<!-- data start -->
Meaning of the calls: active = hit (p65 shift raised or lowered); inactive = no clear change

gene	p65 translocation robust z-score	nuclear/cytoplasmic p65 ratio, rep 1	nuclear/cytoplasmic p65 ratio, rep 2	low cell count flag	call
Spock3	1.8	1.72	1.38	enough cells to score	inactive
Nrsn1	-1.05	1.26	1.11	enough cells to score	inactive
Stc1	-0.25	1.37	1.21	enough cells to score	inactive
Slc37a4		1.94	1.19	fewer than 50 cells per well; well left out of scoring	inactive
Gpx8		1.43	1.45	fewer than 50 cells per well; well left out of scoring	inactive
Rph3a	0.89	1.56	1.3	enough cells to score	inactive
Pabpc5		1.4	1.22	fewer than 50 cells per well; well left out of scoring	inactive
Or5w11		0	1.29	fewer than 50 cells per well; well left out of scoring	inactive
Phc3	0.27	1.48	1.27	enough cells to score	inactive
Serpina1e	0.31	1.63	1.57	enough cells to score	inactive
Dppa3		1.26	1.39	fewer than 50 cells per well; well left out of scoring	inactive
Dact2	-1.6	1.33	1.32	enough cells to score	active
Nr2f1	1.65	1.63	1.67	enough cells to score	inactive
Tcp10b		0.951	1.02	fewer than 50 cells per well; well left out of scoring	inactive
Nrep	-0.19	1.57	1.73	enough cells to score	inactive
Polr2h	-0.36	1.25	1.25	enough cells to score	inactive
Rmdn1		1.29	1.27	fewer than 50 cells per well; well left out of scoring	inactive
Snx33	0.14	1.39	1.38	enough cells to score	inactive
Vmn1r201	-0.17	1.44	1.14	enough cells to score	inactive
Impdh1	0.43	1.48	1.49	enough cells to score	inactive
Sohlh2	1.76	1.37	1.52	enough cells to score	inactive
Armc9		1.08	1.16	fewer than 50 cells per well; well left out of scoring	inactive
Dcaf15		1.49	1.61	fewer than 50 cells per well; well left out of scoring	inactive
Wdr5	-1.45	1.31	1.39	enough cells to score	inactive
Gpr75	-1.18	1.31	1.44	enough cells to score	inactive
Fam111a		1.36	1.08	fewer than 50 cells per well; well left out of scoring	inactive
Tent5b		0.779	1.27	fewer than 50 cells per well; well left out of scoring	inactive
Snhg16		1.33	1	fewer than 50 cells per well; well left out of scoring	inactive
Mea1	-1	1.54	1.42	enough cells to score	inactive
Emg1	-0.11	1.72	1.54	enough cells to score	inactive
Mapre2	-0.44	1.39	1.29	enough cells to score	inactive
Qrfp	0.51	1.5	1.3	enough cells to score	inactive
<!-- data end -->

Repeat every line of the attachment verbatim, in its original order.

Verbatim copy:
Meaning of the calls: active = hit (p65 shift raised or lowered); inactive = no clear change

gene	p65 translocation robust z-score	nuclear/cytoplasmic p65 ratio, rep 1	nuclear/cytoplasmic p65 ratio, rep 2	low cell count flag	call
Spock3	1.8	1.72	1.38	enough cells to score	inactive
Nrsn1	-1.05	1.26	1.11	enough cells to score	inactive
Stc1	-0.25	1.37	1.21	enough cells to score	inactive
Slc37a4		1.94	1.19	fewer than 50 cells per well; well left out of scoring	inactive
Gpx8		1.43	1.45	fewer than 50 cells per well; well left out of scoring	inactive
Rph3a	0.89	1.56	1.3	enough cells to score	inactive
Pabpc5		1.4	1.22	fewer than 50 cells per well; well left out of scoring	inactive
Or5w11		0	1.29	fewer than 50 cells per well; well left out of scoring	inactive
Phc3	0.27	1.48	1.27	enough cells to score	inactive
Serpina1e	0.31	1.63	1.57	enough cells to score	inactive
Dppa3		1.26	1.39	fewer than 50 cells per well; well left out of scoring	inactive
Dact2	-1.6	1.33	1.32	enough cells to score	active
Nr2f1	1.65	1.63	1.67	enough cells to score	inactive
Tcp10b		0.951	1.02	fewer than 50 cells per well; well left out of scoring	inactive
Nrep	-0.19	1.57	1.73	enough cells to score	inactive
Polr2h	-0.36	1.25	1.25	enough cells to score	inactive
Rmdn1		1.29	1.27	fewer than 50 cells per well; well left out of scoring	inactive
Snx33	0.14	1.39	1.38	enough cells to score	inactive
Vmn1r201	-0.17	1.44	1.14	enough cells to score	inactive
Impdh1	0.43	1.48	1.49	enough cells to score	inactive
Sohlh2	1.76	1.37	1.52	enough cells to score	inactive
Armc9		1.08	1.16	fewer than 50 cells per well; well left out of scoring	inactive
Dcaf15		1.49	1.61	fewer than 50 cells per well; well left out of scoring	inactive
Wdr5	-1.45	1.31	1.39	enough cells to score	inactive
Gpr75	-1.18	1.31	1.44	enough cells to score	inactive
Fam111a		1.36	1.08	fewer than 50 cells per well; well left out of scoring	inactive
Tent5b		0.779	1.27	fewer than 50 cells per well; well left out of scoring	inactive
Snhg16		1.33	1	fewer than 50 cells per well; well left out of scoring	inactive
Mea1	-1	1.54	1.42	enough cells to score	inactive
Emg1	-0.11	1.72	1.54	enough cells to score	inactive
Mapre2	-0.44	1.39	1.29	enough cells to score	inactive
Qrfp	0.51	1.5	1.3	enough cells to score	inactive